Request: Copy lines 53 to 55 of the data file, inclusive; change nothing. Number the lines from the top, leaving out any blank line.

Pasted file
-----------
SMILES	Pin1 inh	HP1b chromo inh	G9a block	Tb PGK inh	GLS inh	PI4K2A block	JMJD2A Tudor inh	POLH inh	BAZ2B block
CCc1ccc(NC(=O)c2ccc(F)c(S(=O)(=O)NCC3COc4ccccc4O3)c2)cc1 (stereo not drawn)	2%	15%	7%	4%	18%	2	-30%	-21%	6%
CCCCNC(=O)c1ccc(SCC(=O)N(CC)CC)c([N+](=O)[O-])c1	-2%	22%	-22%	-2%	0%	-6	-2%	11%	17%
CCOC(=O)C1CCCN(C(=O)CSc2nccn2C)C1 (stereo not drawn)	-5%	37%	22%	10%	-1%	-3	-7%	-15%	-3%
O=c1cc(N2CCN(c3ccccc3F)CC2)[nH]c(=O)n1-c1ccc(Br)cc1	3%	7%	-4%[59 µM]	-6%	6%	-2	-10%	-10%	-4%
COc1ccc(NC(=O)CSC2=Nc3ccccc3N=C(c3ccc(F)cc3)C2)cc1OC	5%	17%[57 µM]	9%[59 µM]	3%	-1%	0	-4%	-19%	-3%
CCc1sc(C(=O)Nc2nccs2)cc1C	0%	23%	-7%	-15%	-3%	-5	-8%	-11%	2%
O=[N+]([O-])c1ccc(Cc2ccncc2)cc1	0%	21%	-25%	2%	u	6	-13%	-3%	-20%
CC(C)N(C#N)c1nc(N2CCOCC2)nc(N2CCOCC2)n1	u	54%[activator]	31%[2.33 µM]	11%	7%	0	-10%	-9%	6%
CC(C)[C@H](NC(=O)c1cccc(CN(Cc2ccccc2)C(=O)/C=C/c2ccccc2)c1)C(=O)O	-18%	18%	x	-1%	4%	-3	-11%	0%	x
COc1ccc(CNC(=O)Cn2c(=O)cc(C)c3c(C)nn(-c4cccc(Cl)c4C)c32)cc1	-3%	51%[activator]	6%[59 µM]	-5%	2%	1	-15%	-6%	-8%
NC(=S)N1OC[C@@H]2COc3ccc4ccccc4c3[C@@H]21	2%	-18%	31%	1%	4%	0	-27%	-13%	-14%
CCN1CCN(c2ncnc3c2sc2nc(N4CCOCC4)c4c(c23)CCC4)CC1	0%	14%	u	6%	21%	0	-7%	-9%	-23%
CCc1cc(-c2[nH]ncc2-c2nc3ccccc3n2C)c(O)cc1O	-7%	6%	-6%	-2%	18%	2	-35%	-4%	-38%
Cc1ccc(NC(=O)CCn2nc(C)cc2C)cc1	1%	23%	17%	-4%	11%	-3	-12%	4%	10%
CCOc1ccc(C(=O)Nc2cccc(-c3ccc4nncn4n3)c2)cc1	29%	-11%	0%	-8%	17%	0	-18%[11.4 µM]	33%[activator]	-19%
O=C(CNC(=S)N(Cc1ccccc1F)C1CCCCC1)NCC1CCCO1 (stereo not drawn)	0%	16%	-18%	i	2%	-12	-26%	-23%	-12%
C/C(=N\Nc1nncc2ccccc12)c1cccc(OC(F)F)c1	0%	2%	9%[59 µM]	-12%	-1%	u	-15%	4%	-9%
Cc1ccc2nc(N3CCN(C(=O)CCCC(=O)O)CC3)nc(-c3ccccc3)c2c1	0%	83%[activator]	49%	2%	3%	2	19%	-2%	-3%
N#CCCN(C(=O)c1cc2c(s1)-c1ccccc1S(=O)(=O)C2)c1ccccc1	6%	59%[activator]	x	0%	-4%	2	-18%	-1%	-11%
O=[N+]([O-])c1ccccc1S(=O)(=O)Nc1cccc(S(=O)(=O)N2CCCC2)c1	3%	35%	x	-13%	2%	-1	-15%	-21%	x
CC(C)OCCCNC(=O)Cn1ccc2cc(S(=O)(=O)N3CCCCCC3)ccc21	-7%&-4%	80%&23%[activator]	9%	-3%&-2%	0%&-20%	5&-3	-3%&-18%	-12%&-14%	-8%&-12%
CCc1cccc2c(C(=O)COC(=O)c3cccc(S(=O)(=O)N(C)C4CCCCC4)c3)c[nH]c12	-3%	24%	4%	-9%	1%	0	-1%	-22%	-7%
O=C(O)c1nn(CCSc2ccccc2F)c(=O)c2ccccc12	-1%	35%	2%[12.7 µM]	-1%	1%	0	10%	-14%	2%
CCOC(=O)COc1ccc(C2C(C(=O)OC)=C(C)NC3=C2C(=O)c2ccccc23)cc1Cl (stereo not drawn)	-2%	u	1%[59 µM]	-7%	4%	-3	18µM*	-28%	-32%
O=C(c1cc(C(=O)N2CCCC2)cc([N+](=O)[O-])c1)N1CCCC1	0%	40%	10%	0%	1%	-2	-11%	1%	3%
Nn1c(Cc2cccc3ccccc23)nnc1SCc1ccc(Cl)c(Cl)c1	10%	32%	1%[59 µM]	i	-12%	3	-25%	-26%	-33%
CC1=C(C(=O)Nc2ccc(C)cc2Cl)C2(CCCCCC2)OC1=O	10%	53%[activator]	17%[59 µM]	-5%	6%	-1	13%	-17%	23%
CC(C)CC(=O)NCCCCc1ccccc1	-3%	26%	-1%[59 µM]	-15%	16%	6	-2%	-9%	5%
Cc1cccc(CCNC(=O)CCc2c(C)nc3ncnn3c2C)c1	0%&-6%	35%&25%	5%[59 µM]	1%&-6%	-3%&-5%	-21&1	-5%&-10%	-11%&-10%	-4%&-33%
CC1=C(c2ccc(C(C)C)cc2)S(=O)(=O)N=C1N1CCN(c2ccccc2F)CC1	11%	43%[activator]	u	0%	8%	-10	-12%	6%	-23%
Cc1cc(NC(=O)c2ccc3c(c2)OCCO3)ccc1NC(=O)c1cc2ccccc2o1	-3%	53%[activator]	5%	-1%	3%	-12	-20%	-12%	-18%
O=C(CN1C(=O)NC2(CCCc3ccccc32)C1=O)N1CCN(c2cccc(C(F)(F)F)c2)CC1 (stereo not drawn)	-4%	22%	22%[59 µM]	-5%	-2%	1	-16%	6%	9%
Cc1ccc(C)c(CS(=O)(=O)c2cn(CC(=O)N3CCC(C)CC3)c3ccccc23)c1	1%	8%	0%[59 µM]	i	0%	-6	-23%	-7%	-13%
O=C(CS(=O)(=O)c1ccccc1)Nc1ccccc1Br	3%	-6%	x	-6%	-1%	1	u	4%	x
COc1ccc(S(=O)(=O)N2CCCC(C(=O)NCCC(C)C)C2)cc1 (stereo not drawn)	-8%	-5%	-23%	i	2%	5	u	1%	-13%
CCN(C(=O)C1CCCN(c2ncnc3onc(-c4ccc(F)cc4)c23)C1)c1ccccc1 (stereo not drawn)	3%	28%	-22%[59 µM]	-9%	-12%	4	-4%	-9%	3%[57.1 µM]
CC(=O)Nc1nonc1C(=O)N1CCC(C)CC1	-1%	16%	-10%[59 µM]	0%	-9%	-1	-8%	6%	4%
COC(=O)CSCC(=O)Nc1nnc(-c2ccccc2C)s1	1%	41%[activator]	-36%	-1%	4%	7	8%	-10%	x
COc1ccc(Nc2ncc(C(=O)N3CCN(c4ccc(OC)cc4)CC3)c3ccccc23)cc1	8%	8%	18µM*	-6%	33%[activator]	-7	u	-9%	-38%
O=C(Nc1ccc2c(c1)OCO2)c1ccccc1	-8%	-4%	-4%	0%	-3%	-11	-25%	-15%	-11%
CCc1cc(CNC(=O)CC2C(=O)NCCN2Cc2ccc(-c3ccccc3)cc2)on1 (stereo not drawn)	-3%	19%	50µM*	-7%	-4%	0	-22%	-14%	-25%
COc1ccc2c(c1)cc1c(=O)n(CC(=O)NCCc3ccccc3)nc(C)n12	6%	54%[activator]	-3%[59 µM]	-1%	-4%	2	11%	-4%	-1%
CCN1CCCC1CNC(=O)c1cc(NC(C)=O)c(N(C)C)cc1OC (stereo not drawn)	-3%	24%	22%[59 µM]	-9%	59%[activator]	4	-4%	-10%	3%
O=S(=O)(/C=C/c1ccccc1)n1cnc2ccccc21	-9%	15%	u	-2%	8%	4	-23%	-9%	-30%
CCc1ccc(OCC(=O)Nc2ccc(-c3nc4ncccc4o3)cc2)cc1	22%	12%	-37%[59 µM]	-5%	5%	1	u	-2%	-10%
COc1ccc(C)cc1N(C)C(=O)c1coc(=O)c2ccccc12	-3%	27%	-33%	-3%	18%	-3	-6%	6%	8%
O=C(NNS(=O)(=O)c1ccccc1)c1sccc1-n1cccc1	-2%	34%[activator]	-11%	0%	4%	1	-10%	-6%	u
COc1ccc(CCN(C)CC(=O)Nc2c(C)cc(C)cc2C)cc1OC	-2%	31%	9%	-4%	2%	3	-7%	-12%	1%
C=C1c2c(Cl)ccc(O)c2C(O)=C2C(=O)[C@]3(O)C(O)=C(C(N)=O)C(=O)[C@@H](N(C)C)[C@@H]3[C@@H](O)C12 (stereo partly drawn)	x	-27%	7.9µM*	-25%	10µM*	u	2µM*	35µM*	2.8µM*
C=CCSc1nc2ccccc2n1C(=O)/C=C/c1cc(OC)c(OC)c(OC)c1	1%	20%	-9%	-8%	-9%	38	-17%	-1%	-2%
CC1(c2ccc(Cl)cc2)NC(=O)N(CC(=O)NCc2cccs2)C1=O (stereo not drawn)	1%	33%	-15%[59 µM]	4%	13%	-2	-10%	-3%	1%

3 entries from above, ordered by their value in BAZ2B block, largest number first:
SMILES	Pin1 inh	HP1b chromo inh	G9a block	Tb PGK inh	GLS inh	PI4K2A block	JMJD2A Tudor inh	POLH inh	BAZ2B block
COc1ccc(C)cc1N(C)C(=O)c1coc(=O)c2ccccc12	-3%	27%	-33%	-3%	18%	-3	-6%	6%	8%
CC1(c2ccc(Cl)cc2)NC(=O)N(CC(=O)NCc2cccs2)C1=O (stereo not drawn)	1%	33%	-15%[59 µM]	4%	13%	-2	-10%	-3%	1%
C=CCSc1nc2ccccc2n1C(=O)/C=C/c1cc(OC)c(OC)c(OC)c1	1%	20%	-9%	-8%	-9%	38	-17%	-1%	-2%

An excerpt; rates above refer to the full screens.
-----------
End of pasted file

3 entries from above, ordered by their value in BAZ2B block, largest number first:
SMILES	Pin1 inh	HP1b chromo inh	G9a block	Tb PGK inh	GLS inh	PI4K2A block	JMJD2A Tudor inh	POLH inh	BAZ2B block
COc1ccc(C)cc1N(C)C(=O)c1coc(=O)c2ccccc12	-3%	27%	-33%	-3%	18%	-3	-6%	6%	8%